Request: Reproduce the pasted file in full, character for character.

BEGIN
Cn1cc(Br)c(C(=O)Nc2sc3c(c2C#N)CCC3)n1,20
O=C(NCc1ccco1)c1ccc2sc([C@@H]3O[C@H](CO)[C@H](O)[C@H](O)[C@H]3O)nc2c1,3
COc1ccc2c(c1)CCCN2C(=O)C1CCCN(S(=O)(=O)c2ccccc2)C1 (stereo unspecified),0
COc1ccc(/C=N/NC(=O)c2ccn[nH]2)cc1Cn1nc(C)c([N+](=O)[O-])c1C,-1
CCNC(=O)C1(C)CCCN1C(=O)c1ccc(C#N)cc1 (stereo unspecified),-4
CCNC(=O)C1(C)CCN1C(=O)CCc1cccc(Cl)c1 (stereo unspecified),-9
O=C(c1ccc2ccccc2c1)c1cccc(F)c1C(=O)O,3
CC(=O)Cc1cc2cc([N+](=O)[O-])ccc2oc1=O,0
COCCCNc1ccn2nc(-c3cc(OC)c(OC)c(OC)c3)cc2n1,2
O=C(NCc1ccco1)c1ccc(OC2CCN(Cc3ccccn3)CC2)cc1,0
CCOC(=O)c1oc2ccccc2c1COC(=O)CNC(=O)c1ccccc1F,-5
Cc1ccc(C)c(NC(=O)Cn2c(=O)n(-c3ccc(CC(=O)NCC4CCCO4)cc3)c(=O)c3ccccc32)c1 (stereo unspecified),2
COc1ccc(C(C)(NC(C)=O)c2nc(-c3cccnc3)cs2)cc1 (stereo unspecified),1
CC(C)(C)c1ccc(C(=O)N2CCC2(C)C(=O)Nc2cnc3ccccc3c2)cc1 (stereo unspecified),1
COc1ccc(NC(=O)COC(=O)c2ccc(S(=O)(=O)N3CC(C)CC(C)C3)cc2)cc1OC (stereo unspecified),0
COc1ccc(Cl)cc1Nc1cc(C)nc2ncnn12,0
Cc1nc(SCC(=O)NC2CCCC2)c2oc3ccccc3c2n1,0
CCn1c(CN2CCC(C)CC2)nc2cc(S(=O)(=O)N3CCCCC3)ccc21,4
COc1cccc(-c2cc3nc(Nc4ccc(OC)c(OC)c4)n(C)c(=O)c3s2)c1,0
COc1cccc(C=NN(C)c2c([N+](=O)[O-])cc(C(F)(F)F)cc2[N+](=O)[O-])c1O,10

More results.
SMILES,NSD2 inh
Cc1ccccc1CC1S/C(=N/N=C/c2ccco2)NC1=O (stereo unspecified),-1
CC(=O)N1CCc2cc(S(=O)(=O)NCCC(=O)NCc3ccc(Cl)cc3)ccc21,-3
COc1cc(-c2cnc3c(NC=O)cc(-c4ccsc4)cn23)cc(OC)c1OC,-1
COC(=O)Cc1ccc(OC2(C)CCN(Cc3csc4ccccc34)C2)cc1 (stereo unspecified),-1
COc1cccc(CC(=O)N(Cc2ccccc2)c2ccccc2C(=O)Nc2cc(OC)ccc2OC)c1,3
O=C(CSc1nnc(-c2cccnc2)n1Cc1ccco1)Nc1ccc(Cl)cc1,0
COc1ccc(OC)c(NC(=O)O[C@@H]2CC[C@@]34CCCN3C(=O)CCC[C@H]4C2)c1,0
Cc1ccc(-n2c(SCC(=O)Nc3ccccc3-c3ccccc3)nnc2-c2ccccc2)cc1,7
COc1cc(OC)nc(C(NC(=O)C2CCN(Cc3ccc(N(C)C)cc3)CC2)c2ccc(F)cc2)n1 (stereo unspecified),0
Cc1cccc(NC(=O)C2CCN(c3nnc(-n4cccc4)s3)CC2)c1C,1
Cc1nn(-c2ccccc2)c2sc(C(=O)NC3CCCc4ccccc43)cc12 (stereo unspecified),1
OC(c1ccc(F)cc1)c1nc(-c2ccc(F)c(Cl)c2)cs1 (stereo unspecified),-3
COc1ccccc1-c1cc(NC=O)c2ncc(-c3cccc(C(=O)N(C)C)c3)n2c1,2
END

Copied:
Cn1cc(Br)c(C(=O)Nc2sc3c(c2C#N)CCC3)n1,20
O=C(NCc1ccco1)c1ccc2sc([C@@H]3O[C@H](CO)[C@H](O)[C@H](O)[C@H]3O)nc2c1,3
COc1ccc2c(c1)CCCN2C(=O)C1CCCN(S(=O)(=O)c2ccccc2)C1 (stereo unspecified),0
COc1ccc(/C=N/NC(=O)c2ccn[nH]2)cc1Cn1nc(C)c([N+](=O)[O-])c1C,-1
CCNC(=O)C1(C)CCCN1C(=O)c1ccc(C#N)cc1 (stereo unspecified),-4
CCNC(=O)C1(C)CCN1C(=O)CCc1cccc(Cl)c1 (stereo unspecified),-9
O=C(c1ccc2ccccc2c1)c1cccc(F)c1C(=O)O,3
CC(=O)Cc1cc2cc([N+](=O)[O-])ccc2oc1=O,0
COCCCNc1ccn2nc(-c3cc(OC)c(OC)c(OC)c3)cc2n1,2
O=C(NCc1ccco1)c1ccc(OC2CCN(Cc3ccccn3)CC2)cc1,0
CCOC(=O)c1oc2ccccc2c1COC(=O)CNC(=O)c1ccccc1F,-5
Cc1ccc(C)c(NC(=O)Cn2c(=O)n(-c3ccc(CC(=O)NCC4CCCO4)cc3)c(=O)c3ccccc32)c1 (stereo unspecified),2
COc1ccc(C(C)(NC(C)=O)c2nc(-c3cccnc3)cs2)cc1 (stereo unspecified),1
CC(C)(C)c1ccc(C(=O)N2CCC2(C)C(=O)Nc2cnc3ccccc3c2)cc1 (stereo unspecified),1
COc1ccc(NC(=O)COC(=O)c2ccc(S(=O)(=O)N3CC(C)CC(C)C3)cc2)cc1OC (stereo unspecified),0
COc1ccc(Cl)cc1Nc1cc(C)nc2ncnn12,0
Cc1nc(SCC(=O)NC2CCCC2)c2oc3ccccc3c2n1,0
CCn1c(CN2CCC(C)CC2)nc2cc(S(=O)(=O)N3CCCCC3)ccc21,4
COc1cccc(-c2cc3nc(Nc4ccc(OC)c(OC)c4)n(C)c(=O)c3s2)c1,0
COc1cccc(C=NN(C)c2c([N+](=O)[O-])cc(C(F)(F)F)cc2[N+](=O)[O-])c1O,10

More results.
SMILES,NSD2 inh
Cc1ccccc1CC1S/C(=N/N=C/c2ccco2)NC1=O (stereo unspecified),-1
CC(=O)N1CCc2cc(S(=O)(=O)NCCC(=O)NCc3ccc(Cl)cc3)ccc21,-3
COc1cc(-c2cnc3c(NC=O)cc(-c4ccsc4)cn23)cc(OC)c1OC,-1
COC(=O)Cc1ccc(OC2(C)CCN(Cc3csc4ccccc34)C2)cc1 (stereo unspecified),-1
COc1cccc(CC(=O)N(Cc2ccccc2)c2ccccc2C(=O)Nc2cc(OC)ccc2OC)c1,3
O=C(CSc1nnc(-c2cccnc2)n1Cc1ccco1)Nc1ccc(Cl)cc1,0
COc1ccc(OC)c(NC(=O)O[C@@H]2CC[C@@]34CCCN3C(=O)CCC[C@H]4C2)c1,0
Cc1ccc(-n2c(SCC(=O)Nc3ccccc3-c3ccccc3)nnc2-c2ccccc2)cc1,7
COc1cc(OC)nc(C(NC(=O)C2CCN(Cc3ccc(N(C)C)cc3)CC2)c2ccc(F)cc2)n1 (stereo unspecified),0
Cc1cccc(NC(=O)C2CCN(c3nnc(-n4cccc4)s3)CC2)c1C,1
Cc1nn(-c2ccccc2)c2sc(C(=O)NC3CCCc4ccccc43)cc12 (stereo unspecified),1
OC(c1ccc(F)cc1)c1nc(-c2ccc(F)c(Cl)c2)cs1 (stereo unspecified),-3
COc1ccccc1-c1cc(NC=O)c2ncc(-c3cccc(C(=O)N(C)C)c3)n2c1,2